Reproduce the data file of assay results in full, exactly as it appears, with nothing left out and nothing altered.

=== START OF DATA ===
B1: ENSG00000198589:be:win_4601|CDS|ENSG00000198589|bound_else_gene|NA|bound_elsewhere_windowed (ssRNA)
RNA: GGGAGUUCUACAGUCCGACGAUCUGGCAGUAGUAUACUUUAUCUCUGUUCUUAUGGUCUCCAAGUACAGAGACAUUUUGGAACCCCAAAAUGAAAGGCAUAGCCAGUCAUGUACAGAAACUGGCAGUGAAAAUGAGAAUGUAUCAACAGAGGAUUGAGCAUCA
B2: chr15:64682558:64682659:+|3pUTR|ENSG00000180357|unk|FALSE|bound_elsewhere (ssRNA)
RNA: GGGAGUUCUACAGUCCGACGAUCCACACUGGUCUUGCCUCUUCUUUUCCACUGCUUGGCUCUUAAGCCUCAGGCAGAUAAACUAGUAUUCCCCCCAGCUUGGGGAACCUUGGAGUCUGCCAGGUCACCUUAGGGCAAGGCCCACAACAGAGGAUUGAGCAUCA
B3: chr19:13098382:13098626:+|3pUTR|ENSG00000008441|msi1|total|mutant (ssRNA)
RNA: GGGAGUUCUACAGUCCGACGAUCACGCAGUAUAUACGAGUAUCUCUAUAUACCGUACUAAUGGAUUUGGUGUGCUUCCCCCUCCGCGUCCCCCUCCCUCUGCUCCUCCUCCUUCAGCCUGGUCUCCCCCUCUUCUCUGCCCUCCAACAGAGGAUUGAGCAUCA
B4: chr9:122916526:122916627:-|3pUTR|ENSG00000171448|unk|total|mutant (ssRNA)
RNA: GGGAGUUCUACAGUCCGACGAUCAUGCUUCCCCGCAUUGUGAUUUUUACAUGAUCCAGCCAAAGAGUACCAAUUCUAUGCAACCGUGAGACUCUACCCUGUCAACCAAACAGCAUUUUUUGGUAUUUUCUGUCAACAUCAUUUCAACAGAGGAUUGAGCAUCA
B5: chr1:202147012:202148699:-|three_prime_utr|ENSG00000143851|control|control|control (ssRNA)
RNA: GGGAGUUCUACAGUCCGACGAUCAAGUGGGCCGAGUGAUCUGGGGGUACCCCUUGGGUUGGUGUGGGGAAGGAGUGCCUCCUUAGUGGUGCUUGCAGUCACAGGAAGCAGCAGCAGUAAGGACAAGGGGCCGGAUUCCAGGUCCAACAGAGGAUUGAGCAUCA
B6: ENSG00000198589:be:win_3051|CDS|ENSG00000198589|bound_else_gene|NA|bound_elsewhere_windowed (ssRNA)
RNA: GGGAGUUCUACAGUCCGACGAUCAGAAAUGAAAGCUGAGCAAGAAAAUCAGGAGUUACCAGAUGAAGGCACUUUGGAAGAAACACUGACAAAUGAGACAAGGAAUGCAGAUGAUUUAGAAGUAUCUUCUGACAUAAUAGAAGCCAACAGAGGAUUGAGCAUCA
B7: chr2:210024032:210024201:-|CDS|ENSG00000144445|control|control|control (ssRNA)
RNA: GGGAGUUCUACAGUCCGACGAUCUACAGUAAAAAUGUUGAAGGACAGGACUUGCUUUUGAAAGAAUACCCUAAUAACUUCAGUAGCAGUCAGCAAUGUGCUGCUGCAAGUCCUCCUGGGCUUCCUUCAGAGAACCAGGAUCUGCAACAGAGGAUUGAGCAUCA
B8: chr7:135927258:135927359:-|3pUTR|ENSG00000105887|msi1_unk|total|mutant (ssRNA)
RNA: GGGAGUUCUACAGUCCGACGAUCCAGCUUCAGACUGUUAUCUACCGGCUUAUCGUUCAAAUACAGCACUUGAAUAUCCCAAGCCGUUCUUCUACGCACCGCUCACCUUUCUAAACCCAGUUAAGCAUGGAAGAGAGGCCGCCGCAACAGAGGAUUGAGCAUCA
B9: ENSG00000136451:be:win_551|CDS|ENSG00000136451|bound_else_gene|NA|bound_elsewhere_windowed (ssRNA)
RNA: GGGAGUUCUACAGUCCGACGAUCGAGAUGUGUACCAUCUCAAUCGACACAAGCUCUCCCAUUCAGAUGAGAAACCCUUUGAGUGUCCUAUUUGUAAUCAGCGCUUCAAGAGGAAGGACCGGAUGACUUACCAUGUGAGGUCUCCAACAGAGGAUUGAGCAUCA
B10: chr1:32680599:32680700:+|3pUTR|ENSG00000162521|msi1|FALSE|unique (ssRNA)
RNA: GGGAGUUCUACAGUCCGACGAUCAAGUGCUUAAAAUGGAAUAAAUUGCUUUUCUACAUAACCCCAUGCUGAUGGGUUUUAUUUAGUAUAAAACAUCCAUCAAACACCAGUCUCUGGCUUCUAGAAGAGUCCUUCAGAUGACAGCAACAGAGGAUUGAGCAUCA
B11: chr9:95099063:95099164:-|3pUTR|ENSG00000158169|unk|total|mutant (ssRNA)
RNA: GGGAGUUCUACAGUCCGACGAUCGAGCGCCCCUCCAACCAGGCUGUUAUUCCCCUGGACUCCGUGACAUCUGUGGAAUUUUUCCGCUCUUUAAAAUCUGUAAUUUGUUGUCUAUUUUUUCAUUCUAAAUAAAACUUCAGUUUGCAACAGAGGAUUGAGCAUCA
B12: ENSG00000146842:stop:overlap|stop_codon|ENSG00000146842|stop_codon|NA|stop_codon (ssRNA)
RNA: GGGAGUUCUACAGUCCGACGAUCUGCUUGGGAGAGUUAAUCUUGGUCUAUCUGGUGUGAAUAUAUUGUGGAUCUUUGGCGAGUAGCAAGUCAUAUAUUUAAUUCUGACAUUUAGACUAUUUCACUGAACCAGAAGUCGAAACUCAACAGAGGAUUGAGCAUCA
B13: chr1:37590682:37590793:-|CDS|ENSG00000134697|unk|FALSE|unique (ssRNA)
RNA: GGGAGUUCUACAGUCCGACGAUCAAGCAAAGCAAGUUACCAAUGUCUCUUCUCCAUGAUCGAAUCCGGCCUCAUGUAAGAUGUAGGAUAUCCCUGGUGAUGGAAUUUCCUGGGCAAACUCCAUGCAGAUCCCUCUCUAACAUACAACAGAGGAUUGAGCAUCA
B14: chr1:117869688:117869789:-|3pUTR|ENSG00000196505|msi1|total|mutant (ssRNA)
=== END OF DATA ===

B1: ENSG00000198589:be:win_4601|CDS|ENSG00000198589|bound_else_gene|NA|bound_elsewhere_windowed (ssRNA)
RNA: GGGAGUUCUACAGUCCGACGAUCUGGCAGUAGUAUACUUUAUCUCUGUUCUUAUGGUCUCCAAGUACAGAGACAUUUUGGAACCCCAAAAUGAAAGGCAUAGCCAGUCAUGUACAGAAACUGGCAGUGAAAAUGAGAAUGUAUCAACAGAGGAUUGAGCAUCA
B2: chr15:64682558:64682659:+|3pUTR|ENSG00000180357|unk|FALSE|bound_elsewhere (ssRNA)
RNA: GGGAGUUCUACAGUCCGACGAUCCACACUGGUCUUGCCUCUUCUUUUCCACUGCUUGGCUCUUAAGCCUCAGGCAGAUAAACUAGUAUUCCCCCCAGCUUGGGGAACCUUGGAGUCUGCCAGGUCACCUUAGGGCAAGGCCCACAACAGAGGAUUGAGCAUCA
B3: chr19:13098382:13098626:+|3pUTR|ENSG00000008441|msi1|total|mutant (ssRNA)
RNA: GGGAGUUCUACAGUCCGACGAUCACGCAGUAUAUACGAGUAUCUCUAUAUACCGUACUAAUGGAUUUGGUGUGCUUCCCCCUCCGCGUCCCCCUCCCUCUGCUCCUCCUCCUUCAGCCUGGUCUCCCCCUCUUCUCUGCCCUCCAACAGAGGAUUGAGCAUCA
B4: chr9:122916526:122916627:-|3pUTR|ENSG00000171448|unk|total|mutant (ssRNA)
RNA: GGGAGUUCUACAGUCCGACGAUCAUGCUUCCCCGCAUUGUGAUUUUUACAUGAUCCAGCCAAAGAGUACCAAUUCUAUGCAACCGUGAGACUCUACCCUGUCAACCAAACAGCAUUUUUUGGUAUUUUCUGUCAACAUCAUUUCAACAGAGGAUUGAGCAUCA
B5: chr1:202147012:202148699:-|three_prime_utr|ENSG00000143851|control|control|control (ssRNA)
RNA: GGGAGUUCUACAGUCCGACGAUCAAGUGGGCCGAGUGAUCUGGGGGUACCCCUUGGGUUGGUGUGGGGAAGGAGUGCCUCCUUAGUGGUGCUUGCAGUCACAGGAAGCAGCAGCAGUAAGGACAAGGGGCCGGAUUCCAGGUCCAACAGAGGAUUGAGCAUCA
B6: ENSG00000198589:be:win_3051|CDS|ENSG00000198589|bound_else_gene|NA|bound_elsewhere_windowed (ssRNA)
RNA: GGGAGUUCUACAGUCCGACGAUCAGAAAUGAAAGCUGAGCAAGAAAAUCAGGAGUUACCAGAUGAAGGCACUUUGGAAGAAACACUGACAAAUGAGACAAGGAAUGCAGAUGAUUUAGAAGUAUCUUCUGACAUAAUAGAAGCCAACAGAGGAUUGAGCAUCA
B7: chr2:210024032:210024201:-|CDS|ENSG00000144445|control|control|control (ssRNA)
RNA: GGGAGUUCUACAGUCCGACGAUCUACAGUAAAAAUGUUGAAGGACAGGACUUGCUUUUGAAAGAAUACCCUAAUAACUUCAGUAGCAGUCAGCAAUGUGCUGCUGCAAGUCCUCCUGGGCUUCCUUCAGAGAACCAGGAUCUGCAACAGAGGAUUGAGCAUCA
B8: chr7:135927258:135927359:-|3pUTR|ENSG00000105887|msi1_unk|total|mutant (ssRNA)
RNA: GGGAGUUCUACAGUCCGACGAUCCAGCUUCAGACUGUUAUCUACCGGCUUAUCGUUCAAAUACAGCACUUGAAUAUCCCAAGCCGUUCUUCUACGCACCGCUCACCUUUCUAAACCCAGUUAAGCAUGGAAGAGAGGCCGCCGCAACAGAGGAUUGAGCAUCA
B9: ENSG00000136451:be:win_551|CDS|ENSG00000136451|bound_else_gene|NA|bound_elsewhere_windowed (ssRNA)
RNA: GGGAGUUCUACAGUCCGACGAUCGAGAUGUGUACCAUCUCAAUCGACACAAGCUCUCCCAUUCAGAUGAGAAACCCUUUGAGUGUCCUAUUUGUAAUCAGCGCUUCAAGAGGAAGGACCGGAUGACUUACCAUGUGAGGUCUCCAACAGAGGAUUGAGCAUCA
B10: chr1:32680599:32680700:+|3pUTR|ENSG00000162521|msi1|FALSE|unique (ssRNA)
RNA: GGGAGUUCUACAGUCCGACGAUCAAGUGCUUAAAAUGGAAUAAAUUGCUUUUCUACAUAACCCCAUGCUGAUGGGUUUUAUUUAGUAUAAAACAUCCAUCAAACACCAGUCUCUGGCUUCUAGAAGAGUCCUUCAGAUGACAGCAACAGAGGAUUGAGCAUCA
B11: chr9:95099063:95099164:-|3pUTR|ENSG00000158169|unk|total|mutant (ssRNA)
RNA: GGGAGUUCUACAGUCCGACGAUCGAGCGCCCCUCCAACCAGGCUGUUAUUCCCCUGGACUCCGUGACAUCUGUGGAAUUUUUCCGCUCUUUAAAAUCUGUAAUUUGUUGUCUAUUUUUUCAUUCUAAAUAAAACUUCAGUUUGCAACAGAGGAUUGAGCAUCA
B12: ENSG00000146842:stop:overlap|stop_codon|ENSG00000146842|stop_codon|NA|stop_codon (ssRNA)
RNA: GGGAGUUCUACAGUCCGACGAUCUGCUUGGGAGAGUUAAUCUUGGUCUAUCUGGUGUGAAUAUAUUGUGGAUCUUUGGCGAGUAGCAAGUCAUAUAUUUAAUUCUGACAUUUAGACUAUUUCACUGAACCAGAAGUCGAAACUCAACAGAGGAUUGAGCAUCA
B13: chr1:37590682:37590793:-|CDS|ENSG00000134697|unk|FALSE|unique (ssRNA)
RNA: GGGAGUUCUACAGUCCGACGAUCAAGCAAAGCAAGUUACCAAUGUCUCUUCUCCAUGAUCGAAUCCGGCCUCAUGUAAGAUGUAGGAUAUCCCUGGUGAUGGAAUUUCCUGGGCAAACUCCAUGCAGAUCCCUCUCUAACAUACAACAGAGGAUUGAGCAUCA
B14: chr1:117869688:117869789:-|3pUTR|ENSG00000196505|msi1|total|mutant (ssRNA)